You'll never catch me saying “Team X should have drafted Player Y” within six months of the draft, with the notable example of every team in the NFL as Team X and Randy Moss as Team Y. The vast majority of the time it takes at least three years to get a true sense of which of these players have the makeup to succeed in the pros.
For example, in the warm post-draft glow of the last two first rounds Glenn Dorsey to the Chiefs and Jarvis Moss to the Broncos seemed like value picks. Now with new defenses systems installed these mismatched underachievers can be had for pennies on the dollar. A year after the selections were made it would have seemed ridiculous to suggest that Houston made the right decision to draft Mario Williams over Reggie Bush. Now, three years later, Bush's limitations are obvious. And the men employed by NFL teams have spent far more time than I watching tape on these guys and are far more familiar with their team's gameplans and how their talent fits in, so you'll never read me saying that a team had a greater need at one position than another unless a productive player has to be jettisoned.
That being said, I do think I'm qualified to judge value in the draft's immediate aftermath, and the Chiefs picked up a limited amount of value relative to where they were picking. With the third pick in the draft, Kansas City took Tyson Jackson, a defensive end out of LSU projected to play the five technique in defensive coordinator Clancy Pendergast's 3-4. Up until last Thursday, Jackson was universally projected as going in the second half of the first round. Then suddenly he appeared as the third pick in every major mock draft, a fact that clearly indicates Kansas City leaked the pick, which I assume is so they wouldn't be as heavily criticized by the media if they made the pick out of the blue. If they keep the pick quiet, I see no reason why they couldn't have passed until at least the 12th pick and saved $3-4 million annually in salary. Cleveland, San Francisco, and Denver were the only other teams that run any 3-4 in the top 15, and Denver is the only one of those teams that would have considered Jackson with their pick. The Chiefs could have traded down with the Jets, and then tried to trade back up with a net gain in picks, although this is contingent upon finding a team that wanted to trade down ahead of Denver. Even if Tyson Jackson turns into the next Richard Seymour, I'm convinced the Chiefs could have gotten him for less cap room and less assets.
Seymour (sixth overall pick in 2001) is the guy that Jackson supporters are comparing him to. A three-time Super Bowl champ and five-time Pro Bowler, Seymour is as responsible for the Patriots' recent dynasty as anybody not named Brady. But Seymour was a far superior prospect to Jackson: Seymour was an All American and two time All-SEC; Jackson was a two-time second team All-SEC. Jackson is also smaller than Seymour and doesn't project to an impact 4-3 tackle like Seymour did. The better comparison would be to Marcus Spears, another Tiger 3-4 end built similarly to Jackson who slid a little in his draft (20th pick in 2005). Spears was more productive at LSU (All American, two time All-SEC) than DJax but hasn't distinguished himself in the NFL. If they were so fixated on acquiring a 3-4 end, then they should have targeted Spears' more productive teammate Chris Canty in free agency, who signed for roughly two-thirds of what I project Jackson to sign for.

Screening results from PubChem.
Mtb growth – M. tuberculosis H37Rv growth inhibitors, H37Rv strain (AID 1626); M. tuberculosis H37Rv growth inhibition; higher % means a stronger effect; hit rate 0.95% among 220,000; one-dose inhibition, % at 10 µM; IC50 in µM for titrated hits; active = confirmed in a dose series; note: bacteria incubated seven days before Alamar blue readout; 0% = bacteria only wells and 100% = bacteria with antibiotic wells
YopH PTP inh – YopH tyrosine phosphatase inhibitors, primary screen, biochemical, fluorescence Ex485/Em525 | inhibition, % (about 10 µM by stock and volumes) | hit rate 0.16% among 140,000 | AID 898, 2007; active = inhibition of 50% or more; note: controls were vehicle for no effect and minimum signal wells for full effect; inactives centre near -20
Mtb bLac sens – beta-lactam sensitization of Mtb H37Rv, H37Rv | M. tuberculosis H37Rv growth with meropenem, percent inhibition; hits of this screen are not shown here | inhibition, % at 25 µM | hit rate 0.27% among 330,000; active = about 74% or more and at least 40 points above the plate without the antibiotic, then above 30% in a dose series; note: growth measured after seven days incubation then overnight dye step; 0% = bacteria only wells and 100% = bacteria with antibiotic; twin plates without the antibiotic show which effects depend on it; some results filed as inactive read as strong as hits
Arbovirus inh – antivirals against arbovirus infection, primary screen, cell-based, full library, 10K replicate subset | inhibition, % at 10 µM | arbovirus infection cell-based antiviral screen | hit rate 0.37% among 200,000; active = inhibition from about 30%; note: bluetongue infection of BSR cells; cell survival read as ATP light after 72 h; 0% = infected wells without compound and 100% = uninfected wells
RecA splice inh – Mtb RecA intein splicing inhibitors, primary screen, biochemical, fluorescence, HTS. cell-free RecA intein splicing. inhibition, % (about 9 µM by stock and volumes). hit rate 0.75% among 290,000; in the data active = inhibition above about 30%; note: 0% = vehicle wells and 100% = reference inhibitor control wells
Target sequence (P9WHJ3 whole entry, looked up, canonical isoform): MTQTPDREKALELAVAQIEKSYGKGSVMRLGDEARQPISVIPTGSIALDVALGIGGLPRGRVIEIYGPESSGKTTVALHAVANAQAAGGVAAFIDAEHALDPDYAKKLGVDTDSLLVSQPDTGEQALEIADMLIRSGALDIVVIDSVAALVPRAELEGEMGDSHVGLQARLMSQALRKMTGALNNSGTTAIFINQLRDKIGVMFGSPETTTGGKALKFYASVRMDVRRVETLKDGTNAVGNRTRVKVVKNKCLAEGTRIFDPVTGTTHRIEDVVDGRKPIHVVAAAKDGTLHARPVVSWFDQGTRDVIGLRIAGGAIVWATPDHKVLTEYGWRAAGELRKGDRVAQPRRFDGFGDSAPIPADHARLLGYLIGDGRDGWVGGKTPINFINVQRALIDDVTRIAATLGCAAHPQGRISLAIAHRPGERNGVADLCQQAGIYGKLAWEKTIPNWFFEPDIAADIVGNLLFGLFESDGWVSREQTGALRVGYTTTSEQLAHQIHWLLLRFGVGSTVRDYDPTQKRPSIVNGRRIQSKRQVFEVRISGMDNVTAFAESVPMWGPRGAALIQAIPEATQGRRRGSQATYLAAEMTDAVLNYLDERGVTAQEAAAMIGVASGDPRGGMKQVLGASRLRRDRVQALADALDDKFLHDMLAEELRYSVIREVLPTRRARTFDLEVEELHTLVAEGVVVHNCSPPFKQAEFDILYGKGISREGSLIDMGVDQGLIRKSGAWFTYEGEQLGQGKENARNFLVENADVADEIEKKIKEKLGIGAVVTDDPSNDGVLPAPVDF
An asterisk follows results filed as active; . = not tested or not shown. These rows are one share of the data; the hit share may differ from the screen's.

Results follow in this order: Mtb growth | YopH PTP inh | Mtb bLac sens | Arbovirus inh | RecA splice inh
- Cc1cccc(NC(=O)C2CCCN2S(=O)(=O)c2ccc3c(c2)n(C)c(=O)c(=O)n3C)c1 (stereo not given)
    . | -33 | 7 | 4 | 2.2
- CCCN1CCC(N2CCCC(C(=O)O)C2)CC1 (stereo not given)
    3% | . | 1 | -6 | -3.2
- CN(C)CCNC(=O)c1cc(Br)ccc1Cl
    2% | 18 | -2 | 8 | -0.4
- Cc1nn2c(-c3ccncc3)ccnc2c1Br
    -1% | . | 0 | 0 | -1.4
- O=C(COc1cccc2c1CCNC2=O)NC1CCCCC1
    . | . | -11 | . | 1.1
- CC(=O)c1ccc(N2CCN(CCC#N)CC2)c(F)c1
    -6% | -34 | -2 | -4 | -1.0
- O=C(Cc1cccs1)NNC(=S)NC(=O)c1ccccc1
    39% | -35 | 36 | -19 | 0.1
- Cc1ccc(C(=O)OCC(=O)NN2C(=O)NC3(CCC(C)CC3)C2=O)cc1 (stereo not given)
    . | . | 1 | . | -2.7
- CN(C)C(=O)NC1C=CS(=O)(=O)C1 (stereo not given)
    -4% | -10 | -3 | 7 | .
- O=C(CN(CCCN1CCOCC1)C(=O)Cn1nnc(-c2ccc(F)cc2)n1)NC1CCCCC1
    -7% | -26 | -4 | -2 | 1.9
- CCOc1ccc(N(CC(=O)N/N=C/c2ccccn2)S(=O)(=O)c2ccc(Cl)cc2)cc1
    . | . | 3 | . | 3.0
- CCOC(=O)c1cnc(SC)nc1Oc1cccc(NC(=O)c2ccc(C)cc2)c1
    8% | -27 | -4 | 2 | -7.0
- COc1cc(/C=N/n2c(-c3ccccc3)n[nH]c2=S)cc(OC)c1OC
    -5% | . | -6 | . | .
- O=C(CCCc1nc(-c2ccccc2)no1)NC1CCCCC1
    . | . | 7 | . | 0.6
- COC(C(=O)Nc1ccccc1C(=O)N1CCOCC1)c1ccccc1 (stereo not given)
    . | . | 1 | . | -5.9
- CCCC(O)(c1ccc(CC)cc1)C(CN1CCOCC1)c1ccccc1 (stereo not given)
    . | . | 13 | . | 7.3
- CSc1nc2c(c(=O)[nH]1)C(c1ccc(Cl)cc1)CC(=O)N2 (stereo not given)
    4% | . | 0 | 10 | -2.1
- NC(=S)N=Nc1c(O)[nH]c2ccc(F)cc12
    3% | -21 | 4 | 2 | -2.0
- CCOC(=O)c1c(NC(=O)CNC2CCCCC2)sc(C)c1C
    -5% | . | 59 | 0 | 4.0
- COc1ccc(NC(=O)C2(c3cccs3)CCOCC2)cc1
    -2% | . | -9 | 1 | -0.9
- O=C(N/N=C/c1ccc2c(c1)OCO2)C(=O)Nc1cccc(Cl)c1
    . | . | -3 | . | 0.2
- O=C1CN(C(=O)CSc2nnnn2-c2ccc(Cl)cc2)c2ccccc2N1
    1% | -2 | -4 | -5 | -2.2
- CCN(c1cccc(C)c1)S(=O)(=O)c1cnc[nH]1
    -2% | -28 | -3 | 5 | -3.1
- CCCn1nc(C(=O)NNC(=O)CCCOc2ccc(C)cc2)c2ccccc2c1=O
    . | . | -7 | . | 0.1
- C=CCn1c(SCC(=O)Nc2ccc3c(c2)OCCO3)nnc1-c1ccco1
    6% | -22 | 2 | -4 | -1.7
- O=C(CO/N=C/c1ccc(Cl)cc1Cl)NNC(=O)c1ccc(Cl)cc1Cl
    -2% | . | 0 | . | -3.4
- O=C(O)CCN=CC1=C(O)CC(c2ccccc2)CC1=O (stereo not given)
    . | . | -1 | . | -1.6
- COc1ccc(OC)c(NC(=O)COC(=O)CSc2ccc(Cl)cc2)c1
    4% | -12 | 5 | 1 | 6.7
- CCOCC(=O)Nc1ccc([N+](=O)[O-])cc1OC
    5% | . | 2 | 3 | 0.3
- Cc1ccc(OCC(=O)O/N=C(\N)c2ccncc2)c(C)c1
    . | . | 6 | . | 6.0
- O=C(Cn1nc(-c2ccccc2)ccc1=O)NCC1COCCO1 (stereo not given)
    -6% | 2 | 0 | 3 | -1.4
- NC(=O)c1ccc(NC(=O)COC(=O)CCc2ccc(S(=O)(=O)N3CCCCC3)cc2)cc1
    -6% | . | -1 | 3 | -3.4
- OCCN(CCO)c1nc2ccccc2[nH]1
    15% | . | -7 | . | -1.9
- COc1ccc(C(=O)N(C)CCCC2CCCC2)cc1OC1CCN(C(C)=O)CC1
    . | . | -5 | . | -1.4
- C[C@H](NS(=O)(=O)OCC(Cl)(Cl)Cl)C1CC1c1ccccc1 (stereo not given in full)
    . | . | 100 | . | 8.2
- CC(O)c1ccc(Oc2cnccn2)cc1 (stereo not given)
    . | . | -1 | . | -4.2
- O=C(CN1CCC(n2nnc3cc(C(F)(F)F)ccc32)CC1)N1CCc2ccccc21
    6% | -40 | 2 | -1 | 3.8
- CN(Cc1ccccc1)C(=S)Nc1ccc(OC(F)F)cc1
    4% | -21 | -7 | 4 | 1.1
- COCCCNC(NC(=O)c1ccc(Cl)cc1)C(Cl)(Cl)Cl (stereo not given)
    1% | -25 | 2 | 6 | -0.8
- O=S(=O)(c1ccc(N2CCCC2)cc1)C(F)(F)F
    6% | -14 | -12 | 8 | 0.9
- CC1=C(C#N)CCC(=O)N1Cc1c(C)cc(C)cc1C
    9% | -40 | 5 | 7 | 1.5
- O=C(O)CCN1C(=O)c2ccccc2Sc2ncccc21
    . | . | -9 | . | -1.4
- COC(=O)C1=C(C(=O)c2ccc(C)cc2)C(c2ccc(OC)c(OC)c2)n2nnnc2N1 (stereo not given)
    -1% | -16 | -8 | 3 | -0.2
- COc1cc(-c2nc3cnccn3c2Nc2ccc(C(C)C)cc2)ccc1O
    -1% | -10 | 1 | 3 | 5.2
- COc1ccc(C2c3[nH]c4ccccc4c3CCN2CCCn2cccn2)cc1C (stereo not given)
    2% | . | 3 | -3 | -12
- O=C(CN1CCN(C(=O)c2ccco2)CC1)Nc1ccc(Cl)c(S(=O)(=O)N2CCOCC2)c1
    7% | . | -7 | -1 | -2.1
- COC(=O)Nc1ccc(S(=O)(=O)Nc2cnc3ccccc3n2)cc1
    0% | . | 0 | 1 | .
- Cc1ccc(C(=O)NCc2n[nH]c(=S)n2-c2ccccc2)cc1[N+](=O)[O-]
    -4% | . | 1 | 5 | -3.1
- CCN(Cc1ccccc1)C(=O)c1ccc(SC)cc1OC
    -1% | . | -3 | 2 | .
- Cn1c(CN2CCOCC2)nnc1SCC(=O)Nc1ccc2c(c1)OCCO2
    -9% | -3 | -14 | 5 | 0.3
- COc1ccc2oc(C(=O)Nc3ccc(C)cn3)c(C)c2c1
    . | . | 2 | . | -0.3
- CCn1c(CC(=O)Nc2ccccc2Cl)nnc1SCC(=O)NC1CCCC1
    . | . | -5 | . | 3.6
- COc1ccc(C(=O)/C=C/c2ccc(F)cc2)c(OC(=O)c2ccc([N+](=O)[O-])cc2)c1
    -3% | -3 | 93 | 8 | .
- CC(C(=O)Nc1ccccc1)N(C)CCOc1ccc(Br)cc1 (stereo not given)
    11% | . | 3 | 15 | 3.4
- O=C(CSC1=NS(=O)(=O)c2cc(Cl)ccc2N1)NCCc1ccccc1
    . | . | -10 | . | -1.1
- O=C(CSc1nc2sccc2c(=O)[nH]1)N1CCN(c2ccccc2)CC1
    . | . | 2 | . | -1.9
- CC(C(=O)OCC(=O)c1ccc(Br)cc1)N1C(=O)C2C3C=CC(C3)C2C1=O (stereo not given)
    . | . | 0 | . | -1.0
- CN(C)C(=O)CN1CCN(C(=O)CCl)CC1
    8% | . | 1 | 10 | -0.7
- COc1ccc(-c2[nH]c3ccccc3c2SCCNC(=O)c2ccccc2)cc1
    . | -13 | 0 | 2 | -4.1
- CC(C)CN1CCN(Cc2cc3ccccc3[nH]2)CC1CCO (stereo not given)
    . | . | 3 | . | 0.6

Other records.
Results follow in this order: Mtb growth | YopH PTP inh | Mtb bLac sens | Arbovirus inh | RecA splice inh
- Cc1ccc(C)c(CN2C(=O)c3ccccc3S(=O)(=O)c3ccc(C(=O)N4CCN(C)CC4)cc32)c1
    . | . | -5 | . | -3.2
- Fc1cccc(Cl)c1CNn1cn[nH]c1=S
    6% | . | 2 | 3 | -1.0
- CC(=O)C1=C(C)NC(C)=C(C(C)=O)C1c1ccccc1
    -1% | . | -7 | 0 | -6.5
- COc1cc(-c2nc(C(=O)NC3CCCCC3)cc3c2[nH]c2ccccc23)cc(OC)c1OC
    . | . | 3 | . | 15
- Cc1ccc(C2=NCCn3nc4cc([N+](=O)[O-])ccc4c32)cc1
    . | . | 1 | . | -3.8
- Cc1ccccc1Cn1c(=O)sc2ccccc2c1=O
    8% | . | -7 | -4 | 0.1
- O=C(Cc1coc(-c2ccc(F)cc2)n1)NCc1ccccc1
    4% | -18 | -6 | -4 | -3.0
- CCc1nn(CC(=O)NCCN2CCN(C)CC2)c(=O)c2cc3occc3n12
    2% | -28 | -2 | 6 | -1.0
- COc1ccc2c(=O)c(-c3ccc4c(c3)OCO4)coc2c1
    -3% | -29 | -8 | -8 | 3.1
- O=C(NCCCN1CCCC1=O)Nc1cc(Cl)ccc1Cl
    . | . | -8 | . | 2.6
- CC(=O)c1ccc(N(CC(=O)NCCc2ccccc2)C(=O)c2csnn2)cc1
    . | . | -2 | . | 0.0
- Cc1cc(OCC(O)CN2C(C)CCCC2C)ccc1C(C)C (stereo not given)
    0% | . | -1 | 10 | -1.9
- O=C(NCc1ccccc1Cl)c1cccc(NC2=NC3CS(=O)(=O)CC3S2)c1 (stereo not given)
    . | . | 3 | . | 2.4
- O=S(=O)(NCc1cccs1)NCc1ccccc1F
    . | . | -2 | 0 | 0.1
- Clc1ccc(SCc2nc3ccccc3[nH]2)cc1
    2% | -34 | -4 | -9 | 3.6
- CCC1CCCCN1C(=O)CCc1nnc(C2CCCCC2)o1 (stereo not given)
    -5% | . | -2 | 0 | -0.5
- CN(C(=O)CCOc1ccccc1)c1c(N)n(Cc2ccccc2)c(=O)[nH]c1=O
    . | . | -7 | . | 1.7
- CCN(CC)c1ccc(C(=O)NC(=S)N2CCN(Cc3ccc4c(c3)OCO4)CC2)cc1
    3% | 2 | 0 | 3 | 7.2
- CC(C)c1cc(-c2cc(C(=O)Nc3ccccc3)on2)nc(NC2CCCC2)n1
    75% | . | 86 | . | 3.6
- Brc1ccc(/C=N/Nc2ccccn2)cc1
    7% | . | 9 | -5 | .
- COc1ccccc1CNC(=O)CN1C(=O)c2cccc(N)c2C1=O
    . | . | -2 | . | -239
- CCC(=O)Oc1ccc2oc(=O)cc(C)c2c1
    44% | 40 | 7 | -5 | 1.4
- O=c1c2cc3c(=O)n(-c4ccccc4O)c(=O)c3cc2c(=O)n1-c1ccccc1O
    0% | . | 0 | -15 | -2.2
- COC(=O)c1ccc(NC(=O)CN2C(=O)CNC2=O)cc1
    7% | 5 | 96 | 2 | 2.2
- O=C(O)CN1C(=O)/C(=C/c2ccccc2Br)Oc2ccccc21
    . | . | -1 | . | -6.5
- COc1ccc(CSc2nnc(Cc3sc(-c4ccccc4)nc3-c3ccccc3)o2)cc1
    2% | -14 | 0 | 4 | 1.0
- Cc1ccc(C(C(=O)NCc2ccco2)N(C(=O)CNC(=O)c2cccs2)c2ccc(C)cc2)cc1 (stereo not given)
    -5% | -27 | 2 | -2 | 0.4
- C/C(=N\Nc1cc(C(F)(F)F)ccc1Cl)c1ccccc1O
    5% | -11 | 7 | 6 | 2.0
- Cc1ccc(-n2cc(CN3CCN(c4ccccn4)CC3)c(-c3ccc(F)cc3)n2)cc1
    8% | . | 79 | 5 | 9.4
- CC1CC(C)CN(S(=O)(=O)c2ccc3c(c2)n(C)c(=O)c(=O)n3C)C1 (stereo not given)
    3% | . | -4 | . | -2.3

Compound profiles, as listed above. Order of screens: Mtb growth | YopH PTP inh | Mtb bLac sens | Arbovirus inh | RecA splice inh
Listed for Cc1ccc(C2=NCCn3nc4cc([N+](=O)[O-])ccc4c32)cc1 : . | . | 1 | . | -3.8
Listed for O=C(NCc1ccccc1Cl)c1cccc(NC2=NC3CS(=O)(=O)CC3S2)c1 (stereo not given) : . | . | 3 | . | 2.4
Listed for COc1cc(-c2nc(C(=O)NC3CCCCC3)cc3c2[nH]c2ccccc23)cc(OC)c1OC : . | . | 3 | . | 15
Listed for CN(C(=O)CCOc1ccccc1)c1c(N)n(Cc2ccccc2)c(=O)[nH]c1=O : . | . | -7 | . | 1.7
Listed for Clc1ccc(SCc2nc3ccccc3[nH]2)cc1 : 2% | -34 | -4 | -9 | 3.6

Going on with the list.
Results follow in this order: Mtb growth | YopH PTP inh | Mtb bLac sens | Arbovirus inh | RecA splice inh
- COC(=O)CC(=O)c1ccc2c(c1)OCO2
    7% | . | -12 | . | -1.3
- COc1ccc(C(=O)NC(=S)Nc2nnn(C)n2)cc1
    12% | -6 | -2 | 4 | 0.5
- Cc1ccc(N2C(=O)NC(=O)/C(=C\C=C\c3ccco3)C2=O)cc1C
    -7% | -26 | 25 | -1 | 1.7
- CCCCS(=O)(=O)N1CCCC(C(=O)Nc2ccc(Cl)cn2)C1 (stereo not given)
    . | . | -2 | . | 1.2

I'll admit, I thought the Patriots could have waited on Seymour in 2001, if only for a few picks. But the gap in salaries between top 10 picks has gotten so absurd that you are doing your team a disservice by insisting on exercising a pick when slotted. Many NFL personalities believe that the Chiefs should have drafted Aaron Curry with the third pick, but I'd rather have a guy that the coaching staff wants for $6 million a year than a guy they don't for $10 million.
Miscellaneous: I'll have more on the Chiefs' other picks within the next week… Turns out there's no truth to the Michael Lombardi report that the Chiefs signed Cassel to a six year extension, but take what Lombardi reports with a grain of salt…
About the Author
Written by Ryan Cleaver
Ryan Cleaver was born in Björk’s house in Iceland and grew up on Easter Island, where his parents were giant stone heads. He has the ability to fire beams of tacos out of his hands and he can turn his legs into tigers. On Sundays, Ryan enjoys reading Family Circus and traveling through time. His favorite color is greenish-transparent and his favorite movie is the one you just watched.